Sunday, October 04, 2009

"There are so many questions that still burn".. Slow Club's "Yeah So"

I didn't write about the gorgeous skiffle-pop of Slow Club's debut album "Yeah So" when it came out in July. But the band are in the middle of a UK tour with a new single ('Trophy Room') due out on 12 October plus Mr S of Salford wanted to see more 'album coverage' here, so it feels appropriate to give it some attention belatedly.
I was introduced to the world of Sheffield's Slow Club, the duo of Rebecca Taylor and Charles Watson, by last year's December single 'Christmas TV' (provided to me by Last.Fm for which thanks is due). I'd missed the earlier singles in 2007 and 2008 but luckily some of those tracks are included - plus live tracks - on the 2 x CD version of "Yeah So". However it's the album itself that is the main draw and a downright charmer to boot.

In my crude categorization of the twelve songs on "Yeah So", there are three types. All of them deal with falling in and falling out of love but differ, by degrees, stylistically. The first is the uptempo, swinging rockabilly types like "It Doesn't Have To Be Beautiful" and "Giving Up On Love". Irresistable, damn-fine, party tunes.

Then there are the folky duets, stripped-back ballads sung by the two in harmony like 'Apples and Pairs' and 'When I Go'. Delicate, frail numbers that suggest the pitfalls and precariousness of love. And finally the third type: the solo-sung songs that do the same trick but to the nth degree - Charles singing 'There Is No Good Way To Say I Am Leaving You' and Rebecca singing 'Sorry About The Doom'. Total and utter heart-break.

He strums, she drums throughout, with occasional piano or full-band treatment depending on the song. This shifting between song styles can feel a bit of an uneven carousel ride at times, swapping maudlin introspection for full-throated folk-abilly at the twirl of a drumstick but it is a minor quibble. Whatever the mood or style, "Yeah So" is chock full of charm. And I can't quite put my finger on where that charm lies - in the infectious pop tunes, the interplay between the two singers, the beauty of the individual voices or the touching subject matter? Clearly it's the combination of all the above.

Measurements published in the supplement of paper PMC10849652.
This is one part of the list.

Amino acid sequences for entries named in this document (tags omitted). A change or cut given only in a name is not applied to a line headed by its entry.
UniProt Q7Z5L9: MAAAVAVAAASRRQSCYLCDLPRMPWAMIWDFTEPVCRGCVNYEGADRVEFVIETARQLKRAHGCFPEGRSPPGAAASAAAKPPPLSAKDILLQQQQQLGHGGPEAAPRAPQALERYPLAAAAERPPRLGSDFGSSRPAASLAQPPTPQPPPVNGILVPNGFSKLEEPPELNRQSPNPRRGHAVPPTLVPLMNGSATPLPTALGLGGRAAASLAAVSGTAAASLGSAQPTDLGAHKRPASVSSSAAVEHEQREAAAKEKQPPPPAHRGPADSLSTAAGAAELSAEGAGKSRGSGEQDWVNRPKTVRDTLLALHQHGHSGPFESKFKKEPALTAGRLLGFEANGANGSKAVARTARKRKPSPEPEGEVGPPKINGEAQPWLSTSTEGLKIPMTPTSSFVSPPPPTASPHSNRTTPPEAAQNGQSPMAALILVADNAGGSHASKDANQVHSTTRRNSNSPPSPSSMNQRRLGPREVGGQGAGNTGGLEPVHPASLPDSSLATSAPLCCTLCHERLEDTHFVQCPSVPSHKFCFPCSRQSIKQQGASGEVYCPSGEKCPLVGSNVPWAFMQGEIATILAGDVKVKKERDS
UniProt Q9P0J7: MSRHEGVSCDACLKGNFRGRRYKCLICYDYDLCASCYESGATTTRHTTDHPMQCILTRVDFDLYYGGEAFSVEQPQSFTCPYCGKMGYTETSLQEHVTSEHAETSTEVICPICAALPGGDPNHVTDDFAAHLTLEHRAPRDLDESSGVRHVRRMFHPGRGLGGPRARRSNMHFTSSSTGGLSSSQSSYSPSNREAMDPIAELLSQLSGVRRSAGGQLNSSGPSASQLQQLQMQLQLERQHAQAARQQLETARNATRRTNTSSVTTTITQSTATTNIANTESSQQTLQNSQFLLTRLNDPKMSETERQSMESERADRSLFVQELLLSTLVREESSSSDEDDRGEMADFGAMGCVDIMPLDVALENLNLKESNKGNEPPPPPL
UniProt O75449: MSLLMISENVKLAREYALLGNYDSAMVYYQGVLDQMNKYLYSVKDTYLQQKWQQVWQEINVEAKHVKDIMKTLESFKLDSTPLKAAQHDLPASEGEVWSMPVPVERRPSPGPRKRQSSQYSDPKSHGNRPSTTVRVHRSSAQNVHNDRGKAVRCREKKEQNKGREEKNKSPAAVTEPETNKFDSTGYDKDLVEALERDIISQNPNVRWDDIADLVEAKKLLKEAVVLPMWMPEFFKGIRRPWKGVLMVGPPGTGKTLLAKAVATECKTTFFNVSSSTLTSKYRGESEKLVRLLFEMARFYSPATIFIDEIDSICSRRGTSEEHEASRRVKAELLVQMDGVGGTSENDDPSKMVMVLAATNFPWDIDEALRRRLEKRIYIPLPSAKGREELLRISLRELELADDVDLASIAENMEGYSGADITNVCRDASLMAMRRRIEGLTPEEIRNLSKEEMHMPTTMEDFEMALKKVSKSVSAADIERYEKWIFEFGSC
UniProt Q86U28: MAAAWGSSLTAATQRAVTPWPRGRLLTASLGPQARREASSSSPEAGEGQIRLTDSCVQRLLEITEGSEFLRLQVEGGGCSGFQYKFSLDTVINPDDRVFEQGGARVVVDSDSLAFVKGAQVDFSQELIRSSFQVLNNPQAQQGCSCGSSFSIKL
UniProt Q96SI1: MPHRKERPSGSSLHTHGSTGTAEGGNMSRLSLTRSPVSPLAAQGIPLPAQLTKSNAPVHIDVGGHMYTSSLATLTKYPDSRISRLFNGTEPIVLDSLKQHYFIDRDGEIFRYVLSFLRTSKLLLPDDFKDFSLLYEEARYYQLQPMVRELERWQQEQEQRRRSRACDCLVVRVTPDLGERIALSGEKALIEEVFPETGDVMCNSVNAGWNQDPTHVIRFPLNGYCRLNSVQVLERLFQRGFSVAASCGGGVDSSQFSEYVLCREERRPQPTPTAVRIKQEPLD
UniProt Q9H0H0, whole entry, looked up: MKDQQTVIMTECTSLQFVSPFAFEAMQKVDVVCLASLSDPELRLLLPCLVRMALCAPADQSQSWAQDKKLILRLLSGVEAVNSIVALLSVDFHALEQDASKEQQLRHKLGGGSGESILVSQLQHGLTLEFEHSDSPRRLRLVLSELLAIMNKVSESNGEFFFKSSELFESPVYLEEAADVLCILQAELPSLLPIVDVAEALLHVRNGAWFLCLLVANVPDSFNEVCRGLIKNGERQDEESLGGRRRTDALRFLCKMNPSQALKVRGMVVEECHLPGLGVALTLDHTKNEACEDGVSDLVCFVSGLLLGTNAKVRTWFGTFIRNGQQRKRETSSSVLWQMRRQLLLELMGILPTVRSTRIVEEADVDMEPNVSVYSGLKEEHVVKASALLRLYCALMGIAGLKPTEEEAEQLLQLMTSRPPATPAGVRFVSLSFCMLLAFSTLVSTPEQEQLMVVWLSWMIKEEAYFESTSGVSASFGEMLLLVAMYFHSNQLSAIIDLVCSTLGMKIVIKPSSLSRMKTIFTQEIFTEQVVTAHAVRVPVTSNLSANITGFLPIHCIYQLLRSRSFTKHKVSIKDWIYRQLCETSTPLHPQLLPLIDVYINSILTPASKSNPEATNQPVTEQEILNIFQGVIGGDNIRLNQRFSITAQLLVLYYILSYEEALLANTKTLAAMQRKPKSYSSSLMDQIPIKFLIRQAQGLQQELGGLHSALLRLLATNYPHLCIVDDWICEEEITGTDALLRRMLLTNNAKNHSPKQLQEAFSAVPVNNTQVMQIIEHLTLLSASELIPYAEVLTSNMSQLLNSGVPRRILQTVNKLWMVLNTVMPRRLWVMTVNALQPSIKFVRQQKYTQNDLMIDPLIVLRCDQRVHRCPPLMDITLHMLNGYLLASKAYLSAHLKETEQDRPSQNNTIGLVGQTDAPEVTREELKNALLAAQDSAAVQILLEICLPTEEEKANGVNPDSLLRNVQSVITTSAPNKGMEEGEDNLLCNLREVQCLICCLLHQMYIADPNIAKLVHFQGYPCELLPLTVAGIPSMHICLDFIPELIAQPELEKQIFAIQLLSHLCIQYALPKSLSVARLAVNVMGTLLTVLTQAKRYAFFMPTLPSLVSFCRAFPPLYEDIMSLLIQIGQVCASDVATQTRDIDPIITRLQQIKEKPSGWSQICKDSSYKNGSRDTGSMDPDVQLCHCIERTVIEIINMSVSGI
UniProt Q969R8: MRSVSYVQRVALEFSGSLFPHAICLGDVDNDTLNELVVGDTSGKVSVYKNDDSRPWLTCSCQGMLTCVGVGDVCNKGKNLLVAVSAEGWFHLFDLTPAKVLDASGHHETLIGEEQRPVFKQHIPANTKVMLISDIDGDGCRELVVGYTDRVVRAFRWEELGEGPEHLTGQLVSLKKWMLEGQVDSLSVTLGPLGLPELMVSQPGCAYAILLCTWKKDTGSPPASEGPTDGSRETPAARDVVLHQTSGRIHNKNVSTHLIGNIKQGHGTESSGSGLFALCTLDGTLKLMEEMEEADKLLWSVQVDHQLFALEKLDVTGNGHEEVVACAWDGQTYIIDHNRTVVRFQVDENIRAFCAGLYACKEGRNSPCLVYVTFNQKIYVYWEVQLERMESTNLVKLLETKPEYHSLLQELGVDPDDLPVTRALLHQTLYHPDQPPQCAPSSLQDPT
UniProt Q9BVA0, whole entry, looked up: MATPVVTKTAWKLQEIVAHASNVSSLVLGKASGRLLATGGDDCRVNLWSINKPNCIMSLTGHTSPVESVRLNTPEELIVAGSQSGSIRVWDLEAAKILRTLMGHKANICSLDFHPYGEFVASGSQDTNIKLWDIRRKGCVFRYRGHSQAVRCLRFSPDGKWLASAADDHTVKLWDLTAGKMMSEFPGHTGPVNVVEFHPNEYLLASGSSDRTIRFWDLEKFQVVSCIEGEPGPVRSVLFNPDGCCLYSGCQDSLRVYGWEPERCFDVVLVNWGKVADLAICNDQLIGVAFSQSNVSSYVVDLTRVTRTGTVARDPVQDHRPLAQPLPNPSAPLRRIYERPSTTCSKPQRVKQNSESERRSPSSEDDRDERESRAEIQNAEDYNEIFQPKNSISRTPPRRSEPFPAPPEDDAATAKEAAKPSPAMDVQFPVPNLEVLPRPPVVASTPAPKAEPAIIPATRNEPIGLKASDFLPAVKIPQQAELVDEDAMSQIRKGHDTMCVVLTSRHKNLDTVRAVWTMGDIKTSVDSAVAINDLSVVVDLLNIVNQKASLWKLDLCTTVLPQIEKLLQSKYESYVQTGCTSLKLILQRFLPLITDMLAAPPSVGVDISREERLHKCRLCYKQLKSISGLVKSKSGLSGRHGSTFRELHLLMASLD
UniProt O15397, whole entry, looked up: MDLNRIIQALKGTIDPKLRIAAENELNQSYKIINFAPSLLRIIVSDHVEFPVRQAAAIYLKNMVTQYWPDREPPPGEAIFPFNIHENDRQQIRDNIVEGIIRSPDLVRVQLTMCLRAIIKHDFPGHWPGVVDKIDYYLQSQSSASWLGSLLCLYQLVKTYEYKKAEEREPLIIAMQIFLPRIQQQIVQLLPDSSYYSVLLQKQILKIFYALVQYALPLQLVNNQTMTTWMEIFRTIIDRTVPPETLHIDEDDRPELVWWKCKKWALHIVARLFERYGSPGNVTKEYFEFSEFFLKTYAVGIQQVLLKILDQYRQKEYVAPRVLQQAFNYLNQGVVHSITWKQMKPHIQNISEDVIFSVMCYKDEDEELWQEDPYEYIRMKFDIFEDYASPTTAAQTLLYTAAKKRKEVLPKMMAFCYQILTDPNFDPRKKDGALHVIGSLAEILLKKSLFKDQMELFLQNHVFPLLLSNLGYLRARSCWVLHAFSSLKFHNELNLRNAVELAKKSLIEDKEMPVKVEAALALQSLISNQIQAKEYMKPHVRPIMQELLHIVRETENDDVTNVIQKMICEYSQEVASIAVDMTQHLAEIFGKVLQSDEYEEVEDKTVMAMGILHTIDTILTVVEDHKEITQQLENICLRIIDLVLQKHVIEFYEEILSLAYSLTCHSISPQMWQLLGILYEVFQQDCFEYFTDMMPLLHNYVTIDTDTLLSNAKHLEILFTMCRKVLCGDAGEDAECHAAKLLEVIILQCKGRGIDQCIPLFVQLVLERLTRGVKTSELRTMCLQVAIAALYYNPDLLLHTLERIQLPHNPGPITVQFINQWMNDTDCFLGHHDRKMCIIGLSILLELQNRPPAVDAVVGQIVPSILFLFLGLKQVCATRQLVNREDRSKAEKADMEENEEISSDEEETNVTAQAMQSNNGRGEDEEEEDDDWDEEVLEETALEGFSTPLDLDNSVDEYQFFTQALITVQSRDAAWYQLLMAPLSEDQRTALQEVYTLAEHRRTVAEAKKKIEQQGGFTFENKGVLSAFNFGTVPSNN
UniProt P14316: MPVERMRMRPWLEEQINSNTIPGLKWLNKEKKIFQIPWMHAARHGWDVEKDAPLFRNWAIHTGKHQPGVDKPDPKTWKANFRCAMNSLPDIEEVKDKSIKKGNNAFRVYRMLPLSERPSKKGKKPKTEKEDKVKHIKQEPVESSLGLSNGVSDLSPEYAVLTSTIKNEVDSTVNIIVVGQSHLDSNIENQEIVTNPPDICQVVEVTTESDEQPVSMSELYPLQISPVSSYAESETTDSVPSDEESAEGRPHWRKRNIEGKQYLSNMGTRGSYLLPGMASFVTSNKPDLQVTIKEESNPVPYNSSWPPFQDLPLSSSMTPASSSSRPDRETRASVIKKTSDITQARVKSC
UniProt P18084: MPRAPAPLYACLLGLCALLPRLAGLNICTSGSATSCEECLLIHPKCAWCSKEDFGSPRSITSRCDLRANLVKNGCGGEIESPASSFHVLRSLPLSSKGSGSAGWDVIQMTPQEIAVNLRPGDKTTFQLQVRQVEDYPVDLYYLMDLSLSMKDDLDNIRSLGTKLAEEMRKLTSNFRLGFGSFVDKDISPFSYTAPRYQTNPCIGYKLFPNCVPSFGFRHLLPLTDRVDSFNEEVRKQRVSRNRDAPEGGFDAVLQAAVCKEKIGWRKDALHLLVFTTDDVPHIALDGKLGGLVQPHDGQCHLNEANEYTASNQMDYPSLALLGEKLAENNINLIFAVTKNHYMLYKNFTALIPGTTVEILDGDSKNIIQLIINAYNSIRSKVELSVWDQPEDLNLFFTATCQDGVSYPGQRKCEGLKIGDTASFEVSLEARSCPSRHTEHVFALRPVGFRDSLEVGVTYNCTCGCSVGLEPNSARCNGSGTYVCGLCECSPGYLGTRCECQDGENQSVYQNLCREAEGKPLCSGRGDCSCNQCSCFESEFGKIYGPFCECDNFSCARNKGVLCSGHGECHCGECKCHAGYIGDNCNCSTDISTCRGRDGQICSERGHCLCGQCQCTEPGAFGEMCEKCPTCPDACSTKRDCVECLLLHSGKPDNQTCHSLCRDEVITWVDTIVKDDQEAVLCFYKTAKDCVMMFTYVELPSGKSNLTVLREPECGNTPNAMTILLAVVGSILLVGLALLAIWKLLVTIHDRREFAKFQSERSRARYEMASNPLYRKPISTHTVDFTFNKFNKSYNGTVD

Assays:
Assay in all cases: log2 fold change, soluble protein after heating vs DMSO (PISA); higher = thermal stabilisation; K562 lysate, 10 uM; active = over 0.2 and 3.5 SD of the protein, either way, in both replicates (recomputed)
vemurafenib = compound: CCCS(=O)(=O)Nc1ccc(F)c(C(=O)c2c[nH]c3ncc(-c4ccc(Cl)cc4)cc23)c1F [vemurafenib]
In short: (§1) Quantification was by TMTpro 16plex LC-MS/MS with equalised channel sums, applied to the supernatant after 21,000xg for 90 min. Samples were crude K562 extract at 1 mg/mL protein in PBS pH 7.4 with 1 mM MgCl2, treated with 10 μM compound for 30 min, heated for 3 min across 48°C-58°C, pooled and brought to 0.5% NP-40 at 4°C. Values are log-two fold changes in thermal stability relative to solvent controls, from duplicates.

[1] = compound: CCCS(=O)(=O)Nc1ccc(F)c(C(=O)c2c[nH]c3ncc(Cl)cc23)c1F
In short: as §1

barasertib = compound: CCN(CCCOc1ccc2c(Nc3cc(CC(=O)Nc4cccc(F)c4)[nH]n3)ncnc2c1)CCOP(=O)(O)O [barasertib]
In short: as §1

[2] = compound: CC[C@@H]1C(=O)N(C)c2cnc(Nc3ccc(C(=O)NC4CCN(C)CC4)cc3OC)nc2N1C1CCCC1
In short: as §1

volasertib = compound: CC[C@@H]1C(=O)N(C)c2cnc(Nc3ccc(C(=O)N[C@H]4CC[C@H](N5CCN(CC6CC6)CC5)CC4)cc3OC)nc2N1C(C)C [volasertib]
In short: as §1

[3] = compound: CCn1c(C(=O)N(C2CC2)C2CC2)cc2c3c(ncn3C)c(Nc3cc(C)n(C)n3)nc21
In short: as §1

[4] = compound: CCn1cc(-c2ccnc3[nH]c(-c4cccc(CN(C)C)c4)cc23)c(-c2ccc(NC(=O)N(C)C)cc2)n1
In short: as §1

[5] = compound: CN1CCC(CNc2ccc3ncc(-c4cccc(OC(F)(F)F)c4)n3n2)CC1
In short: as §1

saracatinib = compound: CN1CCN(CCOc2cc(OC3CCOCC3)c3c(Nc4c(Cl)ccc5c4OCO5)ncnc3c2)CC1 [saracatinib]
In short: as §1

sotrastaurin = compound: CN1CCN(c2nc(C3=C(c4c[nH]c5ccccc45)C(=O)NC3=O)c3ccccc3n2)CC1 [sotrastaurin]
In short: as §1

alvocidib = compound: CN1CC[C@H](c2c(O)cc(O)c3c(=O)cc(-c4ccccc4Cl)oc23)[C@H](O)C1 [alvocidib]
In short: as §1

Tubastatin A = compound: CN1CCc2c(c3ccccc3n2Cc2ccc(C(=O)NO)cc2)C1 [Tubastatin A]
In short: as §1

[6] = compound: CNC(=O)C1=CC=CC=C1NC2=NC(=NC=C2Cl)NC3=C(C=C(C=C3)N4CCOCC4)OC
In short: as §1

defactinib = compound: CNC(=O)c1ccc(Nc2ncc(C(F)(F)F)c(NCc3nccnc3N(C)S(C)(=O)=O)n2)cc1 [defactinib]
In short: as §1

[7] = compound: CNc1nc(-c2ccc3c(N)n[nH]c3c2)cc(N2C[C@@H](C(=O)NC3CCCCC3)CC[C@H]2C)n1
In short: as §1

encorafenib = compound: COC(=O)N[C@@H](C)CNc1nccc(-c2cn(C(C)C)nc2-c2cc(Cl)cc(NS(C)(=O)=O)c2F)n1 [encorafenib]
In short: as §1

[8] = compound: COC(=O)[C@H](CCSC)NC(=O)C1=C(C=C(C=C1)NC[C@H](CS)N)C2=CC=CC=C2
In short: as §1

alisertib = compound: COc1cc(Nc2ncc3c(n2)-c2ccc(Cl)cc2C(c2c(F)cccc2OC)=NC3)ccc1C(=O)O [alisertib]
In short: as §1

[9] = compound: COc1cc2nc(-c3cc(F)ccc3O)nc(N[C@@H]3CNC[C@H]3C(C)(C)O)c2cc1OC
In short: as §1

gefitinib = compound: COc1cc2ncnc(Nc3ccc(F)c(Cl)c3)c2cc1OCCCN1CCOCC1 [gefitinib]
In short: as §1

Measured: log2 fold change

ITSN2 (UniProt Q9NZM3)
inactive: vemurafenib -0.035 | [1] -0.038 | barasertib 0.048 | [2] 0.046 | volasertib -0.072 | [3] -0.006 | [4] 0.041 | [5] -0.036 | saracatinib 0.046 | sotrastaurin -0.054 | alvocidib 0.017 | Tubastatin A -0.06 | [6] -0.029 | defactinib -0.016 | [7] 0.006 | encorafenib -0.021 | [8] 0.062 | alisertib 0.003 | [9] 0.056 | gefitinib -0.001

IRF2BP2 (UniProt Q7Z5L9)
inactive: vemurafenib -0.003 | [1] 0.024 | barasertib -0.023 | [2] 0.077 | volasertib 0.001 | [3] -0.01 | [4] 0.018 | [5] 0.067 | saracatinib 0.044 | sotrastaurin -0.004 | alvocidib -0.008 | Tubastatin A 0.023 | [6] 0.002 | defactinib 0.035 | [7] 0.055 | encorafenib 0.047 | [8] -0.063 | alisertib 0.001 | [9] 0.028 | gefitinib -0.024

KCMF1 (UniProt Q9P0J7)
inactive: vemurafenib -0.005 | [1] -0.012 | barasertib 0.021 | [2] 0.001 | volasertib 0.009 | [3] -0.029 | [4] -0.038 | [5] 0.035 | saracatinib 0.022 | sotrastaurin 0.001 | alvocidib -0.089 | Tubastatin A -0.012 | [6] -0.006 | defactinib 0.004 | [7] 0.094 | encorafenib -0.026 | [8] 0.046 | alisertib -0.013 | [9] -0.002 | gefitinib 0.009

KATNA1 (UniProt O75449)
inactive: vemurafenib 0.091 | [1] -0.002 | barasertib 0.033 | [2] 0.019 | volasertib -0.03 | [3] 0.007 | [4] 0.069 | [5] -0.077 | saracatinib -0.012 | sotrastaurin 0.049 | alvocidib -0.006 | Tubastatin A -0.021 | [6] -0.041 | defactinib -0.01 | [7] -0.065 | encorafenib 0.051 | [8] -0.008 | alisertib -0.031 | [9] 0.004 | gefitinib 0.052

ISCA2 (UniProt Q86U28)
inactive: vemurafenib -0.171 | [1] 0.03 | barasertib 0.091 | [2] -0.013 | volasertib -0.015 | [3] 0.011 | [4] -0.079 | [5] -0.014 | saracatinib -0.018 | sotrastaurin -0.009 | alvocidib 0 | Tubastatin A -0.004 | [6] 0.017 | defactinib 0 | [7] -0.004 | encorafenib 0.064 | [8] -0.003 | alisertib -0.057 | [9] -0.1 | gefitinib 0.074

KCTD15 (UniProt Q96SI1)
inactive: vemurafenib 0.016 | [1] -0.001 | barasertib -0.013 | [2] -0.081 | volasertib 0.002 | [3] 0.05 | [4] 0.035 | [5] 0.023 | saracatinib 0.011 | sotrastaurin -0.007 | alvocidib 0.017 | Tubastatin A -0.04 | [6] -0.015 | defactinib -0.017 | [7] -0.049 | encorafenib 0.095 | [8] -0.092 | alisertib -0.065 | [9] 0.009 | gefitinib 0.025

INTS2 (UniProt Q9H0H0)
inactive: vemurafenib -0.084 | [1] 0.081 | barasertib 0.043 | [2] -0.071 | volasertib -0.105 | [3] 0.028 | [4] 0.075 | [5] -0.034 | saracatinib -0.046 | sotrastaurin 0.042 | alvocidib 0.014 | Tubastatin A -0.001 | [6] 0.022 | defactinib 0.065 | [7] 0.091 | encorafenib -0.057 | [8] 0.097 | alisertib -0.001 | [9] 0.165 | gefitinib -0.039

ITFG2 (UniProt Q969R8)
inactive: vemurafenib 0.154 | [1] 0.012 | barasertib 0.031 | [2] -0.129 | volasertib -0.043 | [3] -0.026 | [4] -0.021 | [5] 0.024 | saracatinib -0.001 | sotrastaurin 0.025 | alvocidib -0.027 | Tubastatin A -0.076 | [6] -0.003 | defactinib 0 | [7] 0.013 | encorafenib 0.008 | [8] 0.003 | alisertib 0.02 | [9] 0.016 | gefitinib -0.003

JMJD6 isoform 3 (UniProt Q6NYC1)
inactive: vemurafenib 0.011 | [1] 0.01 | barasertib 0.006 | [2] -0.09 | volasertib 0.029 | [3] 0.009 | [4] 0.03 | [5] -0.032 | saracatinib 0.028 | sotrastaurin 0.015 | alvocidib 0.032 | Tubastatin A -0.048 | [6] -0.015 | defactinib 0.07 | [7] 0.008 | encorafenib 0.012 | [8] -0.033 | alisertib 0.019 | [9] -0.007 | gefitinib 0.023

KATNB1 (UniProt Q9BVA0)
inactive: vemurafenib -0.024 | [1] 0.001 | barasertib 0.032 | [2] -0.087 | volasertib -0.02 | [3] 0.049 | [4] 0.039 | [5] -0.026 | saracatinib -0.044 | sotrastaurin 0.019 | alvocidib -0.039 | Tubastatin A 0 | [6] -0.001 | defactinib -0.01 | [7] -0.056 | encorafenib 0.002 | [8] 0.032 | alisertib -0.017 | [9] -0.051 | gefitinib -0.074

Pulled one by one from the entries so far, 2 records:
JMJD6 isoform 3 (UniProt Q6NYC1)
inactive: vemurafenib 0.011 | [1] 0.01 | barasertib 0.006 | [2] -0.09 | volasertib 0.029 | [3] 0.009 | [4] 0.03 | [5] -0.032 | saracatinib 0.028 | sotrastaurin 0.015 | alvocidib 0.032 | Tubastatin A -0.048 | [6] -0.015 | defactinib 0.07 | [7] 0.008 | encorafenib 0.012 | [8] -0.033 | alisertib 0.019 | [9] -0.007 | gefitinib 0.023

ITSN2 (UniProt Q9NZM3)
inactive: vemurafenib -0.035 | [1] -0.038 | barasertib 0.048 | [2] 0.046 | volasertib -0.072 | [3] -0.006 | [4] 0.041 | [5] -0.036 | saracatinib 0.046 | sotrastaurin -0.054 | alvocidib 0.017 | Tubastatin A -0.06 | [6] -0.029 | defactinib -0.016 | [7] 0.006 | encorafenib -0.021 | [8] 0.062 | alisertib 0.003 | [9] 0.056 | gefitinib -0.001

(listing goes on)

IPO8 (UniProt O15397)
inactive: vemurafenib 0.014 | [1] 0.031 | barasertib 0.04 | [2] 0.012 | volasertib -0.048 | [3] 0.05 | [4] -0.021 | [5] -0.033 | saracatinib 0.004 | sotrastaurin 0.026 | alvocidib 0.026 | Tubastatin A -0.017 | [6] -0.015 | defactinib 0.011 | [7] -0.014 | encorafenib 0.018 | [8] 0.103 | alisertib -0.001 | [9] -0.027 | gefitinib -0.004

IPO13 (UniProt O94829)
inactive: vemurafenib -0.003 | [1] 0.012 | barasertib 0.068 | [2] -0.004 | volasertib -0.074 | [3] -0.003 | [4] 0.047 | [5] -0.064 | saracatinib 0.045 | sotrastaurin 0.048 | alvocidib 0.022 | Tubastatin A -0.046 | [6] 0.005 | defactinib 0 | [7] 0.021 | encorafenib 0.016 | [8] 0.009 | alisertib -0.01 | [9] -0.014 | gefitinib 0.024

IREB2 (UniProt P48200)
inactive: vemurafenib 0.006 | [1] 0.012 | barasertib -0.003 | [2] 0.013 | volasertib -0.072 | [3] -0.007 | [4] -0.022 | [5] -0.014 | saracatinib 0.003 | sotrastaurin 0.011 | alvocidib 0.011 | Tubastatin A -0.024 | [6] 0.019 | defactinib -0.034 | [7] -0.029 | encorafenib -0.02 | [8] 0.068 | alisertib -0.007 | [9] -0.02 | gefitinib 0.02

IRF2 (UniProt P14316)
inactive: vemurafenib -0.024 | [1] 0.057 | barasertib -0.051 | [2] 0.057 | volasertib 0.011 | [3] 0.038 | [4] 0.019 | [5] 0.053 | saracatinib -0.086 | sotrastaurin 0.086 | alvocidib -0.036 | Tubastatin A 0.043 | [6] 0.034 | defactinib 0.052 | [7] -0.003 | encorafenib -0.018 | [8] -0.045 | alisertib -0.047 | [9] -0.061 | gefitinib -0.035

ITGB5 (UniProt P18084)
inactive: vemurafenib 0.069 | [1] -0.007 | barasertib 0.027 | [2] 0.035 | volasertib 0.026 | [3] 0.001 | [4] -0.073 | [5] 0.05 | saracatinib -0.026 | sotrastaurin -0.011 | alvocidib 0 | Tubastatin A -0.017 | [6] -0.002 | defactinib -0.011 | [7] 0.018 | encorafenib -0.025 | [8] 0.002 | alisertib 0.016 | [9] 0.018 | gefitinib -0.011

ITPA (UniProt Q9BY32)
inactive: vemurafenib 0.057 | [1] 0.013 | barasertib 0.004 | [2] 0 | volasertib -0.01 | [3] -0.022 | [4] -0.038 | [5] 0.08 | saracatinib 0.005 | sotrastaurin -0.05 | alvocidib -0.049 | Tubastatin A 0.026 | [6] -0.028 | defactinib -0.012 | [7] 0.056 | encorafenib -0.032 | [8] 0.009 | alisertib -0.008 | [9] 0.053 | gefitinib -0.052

But the one song that nails this for me and leaves with weak in the knees is the album opener: 'When I Go'. Forgoing the shiny production elsewhere on show, this has a demo-like intimacy with Charles and Rebecca singing over acoustic guitar. It starts with a comic image of needy friends so desperate for partnership they would consider each other "if we're both not married by 24, pass me those knee-pads". It then shows each decade of their life together with the refrain "will you hold my hand when I go?". Death-bed pledges of affection always bring a lump to my throat, but it is simplicity itself and damn-near-pop-perfection: it even has whistling in it that doesn't sound embarrassing or awkward.

"Yeah So" is a great record and comes with a hearty recommendation from me. Whatever place it gets - or not - in my end of year album chart though, 'When I Go' will definitely remain one of my songs of the year. Sentimental old fool that I am. And it could just work too, for anyone about to embark on a life-journey together... you know who I mean.

The Slow Club tour continues this week (Manchester on Tuesday) with 'Trophy Room' released a week tomorrow (in advance you watch the video or pre-order the single)

Slow Club
Yeah So [BUY]

No comments: